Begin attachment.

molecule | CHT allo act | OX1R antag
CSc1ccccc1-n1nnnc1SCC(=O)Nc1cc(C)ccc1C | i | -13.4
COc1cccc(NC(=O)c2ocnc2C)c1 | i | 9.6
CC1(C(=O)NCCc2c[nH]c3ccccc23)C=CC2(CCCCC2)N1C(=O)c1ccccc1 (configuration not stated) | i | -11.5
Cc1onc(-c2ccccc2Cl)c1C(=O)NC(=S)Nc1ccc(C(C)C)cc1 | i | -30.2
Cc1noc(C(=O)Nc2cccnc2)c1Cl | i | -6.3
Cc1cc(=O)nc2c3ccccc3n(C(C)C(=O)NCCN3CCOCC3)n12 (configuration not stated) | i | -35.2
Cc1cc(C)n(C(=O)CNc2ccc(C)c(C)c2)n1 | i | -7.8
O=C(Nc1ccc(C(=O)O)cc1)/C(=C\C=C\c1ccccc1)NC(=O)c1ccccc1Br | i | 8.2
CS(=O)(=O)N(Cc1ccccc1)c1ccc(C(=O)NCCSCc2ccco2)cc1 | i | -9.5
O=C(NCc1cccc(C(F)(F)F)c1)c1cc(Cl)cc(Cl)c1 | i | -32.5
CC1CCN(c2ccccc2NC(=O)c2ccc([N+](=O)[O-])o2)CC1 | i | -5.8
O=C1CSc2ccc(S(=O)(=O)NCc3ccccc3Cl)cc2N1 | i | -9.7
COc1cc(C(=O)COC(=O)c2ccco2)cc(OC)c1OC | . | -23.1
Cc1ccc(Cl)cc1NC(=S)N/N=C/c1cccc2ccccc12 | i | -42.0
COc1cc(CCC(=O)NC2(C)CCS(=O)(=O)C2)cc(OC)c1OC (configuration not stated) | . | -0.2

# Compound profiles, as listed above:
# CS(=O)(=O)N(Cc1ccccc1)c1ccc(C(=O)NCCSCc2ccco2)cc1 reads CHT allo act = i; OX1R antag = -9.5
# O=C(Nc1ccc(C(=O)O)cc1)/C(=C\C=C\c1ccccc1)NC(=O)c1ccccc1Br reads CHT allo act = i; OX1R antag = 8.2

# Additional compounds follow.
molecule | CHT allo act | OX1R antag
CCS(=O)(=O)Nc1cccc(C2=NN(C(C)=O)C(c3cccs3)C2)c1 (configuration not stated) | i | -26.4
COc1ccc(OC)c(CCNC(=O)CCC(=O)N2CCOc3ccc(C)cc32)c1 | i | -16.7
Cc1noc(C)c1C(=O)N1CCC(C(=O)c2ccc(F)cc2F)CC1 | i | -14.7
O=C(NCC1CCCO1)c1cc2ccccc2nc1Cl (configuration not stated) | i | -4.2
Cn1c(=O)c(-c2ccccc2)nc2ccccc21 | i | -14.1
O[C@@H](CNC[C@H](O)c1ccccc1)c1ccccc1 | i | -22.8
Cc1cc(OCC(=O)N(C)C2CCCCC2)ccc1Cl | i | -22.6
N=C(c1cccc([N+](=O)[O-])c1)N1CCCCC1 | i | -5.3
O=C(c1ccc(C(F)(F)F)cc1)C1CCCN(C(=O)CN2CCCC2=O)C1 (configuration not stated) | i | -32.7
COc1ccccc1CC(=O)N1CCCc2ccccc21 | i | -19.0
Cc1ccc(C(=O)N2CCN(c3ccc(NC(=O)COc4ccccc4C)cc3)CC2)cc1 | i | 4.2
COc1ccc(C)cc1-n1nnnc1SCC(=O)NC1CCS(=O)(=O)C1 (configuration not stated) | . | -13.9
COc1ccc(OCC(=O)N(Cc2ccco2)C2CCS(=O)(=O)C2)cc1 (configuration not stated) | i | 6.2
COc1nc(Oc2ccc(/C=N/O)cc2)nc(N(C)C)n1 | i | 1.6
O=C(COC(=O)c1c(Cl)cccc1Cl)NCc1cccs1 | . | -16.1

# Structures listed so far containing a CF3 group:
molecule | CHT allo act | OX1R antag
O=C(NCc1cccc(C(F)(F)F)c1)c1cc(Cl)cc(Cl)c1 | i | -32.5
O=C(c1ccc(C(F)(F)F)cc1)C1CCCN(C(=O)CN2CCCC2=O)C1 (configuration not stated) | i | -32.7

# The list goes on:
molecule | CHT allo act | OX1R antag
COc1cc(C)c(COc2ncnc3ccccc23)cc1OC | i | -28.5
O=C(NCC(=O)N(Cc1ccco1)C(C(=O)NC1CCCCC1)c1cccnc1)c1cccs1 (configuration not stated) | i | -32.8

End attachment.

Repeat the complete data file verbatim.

molecule | CHT allo act | OX1R antag
CSc1ccccc1-n1nnnc1SCC(=O)Nc1cc(C)ccc1C | i | -13.4
COc1cccc(NC(=O)c2ocnc2C)c1 | i | 9.6
CC1(C(=O)NCCc2c[nH]c3ccccc23)C=CC2(CCCCC2)N1C(=O)c1ccccc1 (configuration not stated) | i | -11.5
Cc1onc(-c2ccccc2Cl)c1C(=O)NC(=S)Nc1ccc(C(C)C)cc1 | i | -30.2
Cc1noc(C(=O)Nc2cccnc2)c1Cl | i | -6.3
Cc1cc(=O)nc2c3ccccc3n(C(C)C(=O)NCCN3CCOCC3)n12 (configuration not stated) | i | -35.2
Cc1cc(C)n(C(=O)CNc2ccc(C)c(C)c2)n1 | i | -7.8
O=C(Nc1ccc(C(=O)O)cc1)/C(=C\C=C\c1ccccc1)NC(=O)c1ccccc1Br | i | 8.2
CS(=O)(=O)N(Cc1ccccc1)c1ccc(C(=O)NCCSCc2ccco2)cc1 | i | -9.5
O=C(NCc1cccc(C(F)(F)F)c1)c1cc(Cl)cc(Cl)c1 | i | -32.5
CC1CCN(c2ccccc2NC(=O)c2ccc([N+](=O)[O-])o2)CC1 | i | -5.8
O=C1CSc2ccc(S(=O)(=O)NCc3ccccc3Cl)cc2N1 | i | -9.7
COc1cc(C(=O)COC(=O)c2ccco2)cc(OC)c1OC | . | -23.1
Cc1ccc(Cl)cc1NC(=S)N/N=C/c1cccc2ccccc12 | i | -42.0
COc1cc(CCC(=O)NC2(C)CCS(=O)(=O)C2)cc(OC)c1OC (configuration not stated) | . | -0.2

# Compound profiles, as listed above:
# CS(=O)(=O)N(Cc1ccccc1)c1ccc(C(=O)NCCSCc2ccco2)cc1 reads CHT allo act = i; OX1R antag = -9.5
# O=C(Nc1ccc(C(=O)O)cc1)/C(=C\C=C\c1ccccc1)NC(=O)c1ccccc1Br reads CHT allo act = i; OX1R antag = 8.2

# Additional compounds follow.
molecule | CHT allo act | OX1R antag
CCS(=O)(=O)Nc1cccc(C2=NN(C(C)=O)C(c3cccs3)C2)c1 (configuration not stated) | i | -26.4
COc1ccc(OC)c(CCNC(=O)CCC(=O)N2CCOc3ccc(C)cc32)c1 | i | -16.7
Cc1noc(C)c1C(=O)N1CCC(C(=O)c2ccc(F)cc2F)CC1 | i | -14.7
O=C(NCC1CCCO1)c1cc2ccccc2nc1Cl (configuration not stated) | i | -4.2
Cn1c(=O)c(-c2ccccc2)nc2ccccc21 | i | -14.1
O[C@@H](CNC[C@H](O)c1ccccc1)c1ccccc1 | i | -22.8
Cc1cc(OCC(=O)N(C)C2CCCCC2)ccc1Cl | i | -22.6
N=C(c1cccc([N+](=O)[O-])c1)N1CCCCC1 | i | -5.3
O=C(c1ccc(C(F)(F)F)cc1)C1CCCN(C(=O)CN2CCCC2=O)C1 (configuration not stated) | i | -32.7
COc1ccccc1CC(=O)N1CCCc2ccccc21 | i | -19.0
Cc1ccc(C(=O)N2CCN(c3ccc(NC(=O)COc4ccccc4C)cc3)CC2)cc1 | i | 4.2
COc1ccc(C)cc1-n1nnnc1SCC(=O)NC1CCS(=O)(=O)C1 (configuration not stated) | . | -13.9
COc1ccc(OCC(=O)N(Cc2ccco2)C2CCS(=O)(=O)C2)cc1 (configuration not stated) | i | 6.2
COc1nc(Oc2ccc(/C=N/O)cc2)nc(N(C)C)n1 | i | 1.6
O=C(COC(=O)c1c(Cl)cccc1Cl)NCc1cccs1 | . | -16.1

# Structures listed so far containing a CF3 group:
molecule | CHT allo act | OX1R antag
O=C(NCc1cccc(C(F)(F)F)c1)c1cc(Cl)cc(Cl)c1 | i | -32.5
O=C(c1ccc(C(F)(F)F)cc1)C1CCCN(C(=O)CN2CCCC2=O)C1 (configuration not stated) | i | -32.7

# The list goes on:
molecule | CHT allo act | OX1R antag
COc1cc(C)c(COc2ncnc3ccccc23)cc1OC | i | -28.5
O=C(NCC(=O)N(Cc1ccco1)C(C(=O)NC1CCCCC1)c1cccnc1)c1cccs1 (configuration not stated) | i | -32.8